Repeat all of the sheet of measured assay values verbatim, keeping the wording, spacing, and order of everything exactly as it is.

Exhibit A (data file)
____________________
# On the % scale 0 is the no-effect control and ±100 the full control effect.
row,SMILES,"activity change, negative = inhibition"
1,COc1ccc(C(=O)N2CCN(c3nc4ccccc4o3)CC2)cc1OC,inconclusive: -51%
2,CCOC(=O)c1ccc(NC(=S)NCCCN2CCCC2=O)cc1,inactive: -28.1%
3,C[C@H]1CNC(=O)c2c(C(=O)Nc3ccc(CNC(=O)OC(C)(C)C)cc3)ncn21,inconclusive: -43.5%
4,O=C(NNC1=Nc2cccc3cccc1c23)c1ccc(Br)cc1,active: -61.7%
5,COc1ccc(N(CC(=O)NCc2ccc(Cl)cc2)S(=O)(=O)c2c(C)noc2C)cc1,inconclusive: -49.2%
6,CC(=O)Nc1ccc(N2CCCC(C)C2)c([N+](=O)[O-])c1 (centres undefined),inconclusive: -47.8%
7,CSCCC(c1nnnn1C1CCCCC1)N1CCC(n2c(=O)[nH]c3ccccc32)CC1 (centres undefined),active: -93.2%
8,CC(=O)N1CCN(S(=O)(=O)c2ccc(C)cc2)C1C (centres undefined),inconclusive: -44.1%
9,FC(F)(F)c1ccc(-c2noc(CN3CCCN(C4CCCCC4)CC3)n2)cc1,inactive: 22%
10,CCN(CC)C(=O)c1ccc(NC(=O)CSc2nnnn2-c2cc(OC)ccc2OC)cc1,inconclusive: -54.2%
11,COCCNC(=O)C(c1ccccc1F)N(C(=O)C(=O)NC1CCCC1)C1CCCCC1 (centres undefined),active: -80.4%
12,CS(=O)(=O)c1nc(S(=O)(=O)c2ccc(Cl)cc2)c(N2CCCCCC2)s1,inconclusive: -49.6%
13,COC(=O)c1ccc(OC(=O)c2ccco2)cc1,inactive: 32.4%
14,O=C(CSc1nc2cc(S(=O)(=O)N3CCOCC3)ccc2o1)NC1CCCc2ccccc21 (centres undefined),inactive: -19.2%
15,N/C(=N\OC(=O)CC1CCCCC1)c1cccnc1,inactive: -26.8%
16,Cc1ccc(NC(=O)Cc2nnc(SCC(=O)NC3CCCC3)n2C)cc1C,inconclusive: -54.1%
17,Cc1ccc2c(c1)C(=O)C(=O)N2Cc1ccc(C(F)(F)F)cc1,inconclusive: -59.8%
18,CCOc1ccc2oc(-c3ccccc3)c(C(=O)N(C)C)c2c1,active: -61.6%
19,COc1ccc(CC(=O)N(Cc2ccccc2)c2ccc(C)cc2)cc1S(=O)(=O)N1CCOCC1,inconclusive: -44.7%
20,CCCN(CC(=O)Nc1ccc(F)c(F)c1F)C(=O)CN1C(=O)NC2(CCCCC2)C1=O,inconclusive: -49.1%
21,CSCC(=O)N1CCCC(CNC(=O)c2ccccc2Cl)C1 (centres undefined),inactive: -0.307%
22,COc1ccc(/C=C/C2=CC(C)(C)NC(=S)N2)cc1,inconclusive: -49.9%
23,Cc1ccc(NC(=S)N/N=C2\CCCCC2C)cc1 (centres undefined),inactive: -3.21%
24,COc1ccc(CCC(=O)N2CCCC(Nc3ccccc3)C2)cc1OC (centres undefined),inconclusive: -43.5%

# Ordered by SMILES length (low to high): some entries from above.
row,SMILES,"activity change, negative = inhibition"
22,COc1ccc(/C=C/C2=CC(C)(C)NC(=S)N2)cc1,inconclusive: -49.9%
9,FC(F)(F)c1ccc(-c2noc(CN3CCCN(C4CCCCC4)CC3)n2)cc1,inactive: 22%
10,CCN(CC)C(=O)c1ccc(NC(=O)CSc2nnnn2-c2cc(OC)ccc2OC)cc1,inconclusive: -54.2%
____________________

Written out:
# On the % scale 0 is the no-effect control and ±100 the full control effect.
row,SMILES,"activity change, negative = inhibition"
1,COc1ccc(C(=O)N2CCN(c3nc4ccccc4o3)CC2)cc1OC,inconclusive: -51%
2,CCOC(=O)c1ccc(NC(=S)NCCCN2CCCC2=O)cc1,inactive: -28.1%
3,C[C@H]1CNC(=O)c2c(C(=O)Nc3ccc(CNC(=O)OC(C)(C)C)cc3)ncn21,inconclusive: -43.5%
4,O=C(NNC1=Nc2cccc3cccc1c23)c1ccc(Br)cc1,active: -61.7%
5,COc1ccc(N(CC(=O)NCc2ccc(Cl)cc2)S(=O)(=O)c2c(C)noc2C)cc1,inconclusive: -49.2%
6,CC(=O)Nc1ccc(N2CCCC(C)C2)c([N+](=O)[O-])c1 (centres undefined),inconclusive: -47.8%
7,CSCCC(c1nnnn1C1CCCCC1)N1CCC(n2c(=O)[nH]c3ccccc32)CC1 (centres undefined),active: -93.2%
8,CC(=O)N1CCN(S(=O)(=O)c2ccc(C)cc2)C1C (centres undefined),inconclusive: -44.1%
9,FC(F)(F)c1ccc(-c2noc(CN3CCCN(C4CCCCC4)CC3)n2)cc1,inactive: 22%
10,CCN(CC)C(=O)c1ccc(NC(=O)CSc2nnnn2-c2cc(OC)ccc2OC)cc1,inconclusive: -54.2%
11,COCCNC(=O)C(c1ccccc1F)N(C(=O)C(=O)NC1CCCC1)C1CCCCC1 (centres undefined),active: -80.4%
12,CS(=O)(=O)c1nc(S(=O)(=O)c2ccc(Cl)cc2)c(N2CCCCCC2)s1,inconclusive: -49.6%
13,COC(=O)c1ccc(OC(=O)c2ccco2)cc1,inactive: 32.4%
14,O=C(CSc1nc2cc(S(=O)(=O)N3CCOCC3)ccc2o1)NC1CCCc2ccccc21 (centres undefined),inactive: -19.2%
15,N/C(=N\OC(=O)CC1CCCCC1)c1cccnc1,inactive: -26.8%
16,Cc1ccc(NC(=O)Cc2nnc(SCC(=O)NC3CCCC3)n2C)cc1C,inconclusive: -54.1%
17,Cc1ccc2c(c1)C(=O)C(=O)N2Cc1ccc(C(F)(F)F)cc1,inconclusive: -59.8%
18,CCOc1ccc2oc(-c3ccccc3)c(C(=O)N(C)C)c2c1,active: -61.6%
19,COc1ccc(CC(=O)N(Cc2ccccc2)c2ccc(C)cc2)cc1S(=O)(=O)N1CCOCC1,inconclusive: -44.7%
20,CCCN(CC(=O)Nc1ccc(F)c(F)c1F)C(=O)CN1C(=O)NC2(CCCCC2)C1=O,inconclusive: -49.1%
21,CSCC(=O)N1CCCC(CNC(=O)c2ccccc2Cl)C1 (centres undefined),inactive: -0.307%
22,COc1ccc(/C=C/C2=CC(C)(C)NC(=S)N2)cc1,inconclusive: -49.9%
23,Cc1ccc(NC(=S)N/N=C2\CCCCC2C)cc1 (centres undefined),inactive: -3.21%
24,COc1ccc(CCC(=O)N2CCCC(Nc3ccccc3)C2)cc1OC (centres undefined),inconclusive: -43.5%

# Ordered by SMILES length (low to high): some entries from above.
row,SMILES,"activity change, negative = inhibition"
22,COc1ccc(/C=C/C2=CC(C)(C)NC(=S)N2)cc1,inconclusive: -49.9%
9,FC(F)(F)c1ccc(-c2noc(CN3CCCN(C4CCCCC4)CC3)n2)cc1,inactive: 22%
10,CCN(CC)C(=O)c1ccc(NC(=O)CSc2nnnn2-c2cc(OC)ccc2OC)cc1,inconclusive: -54.2%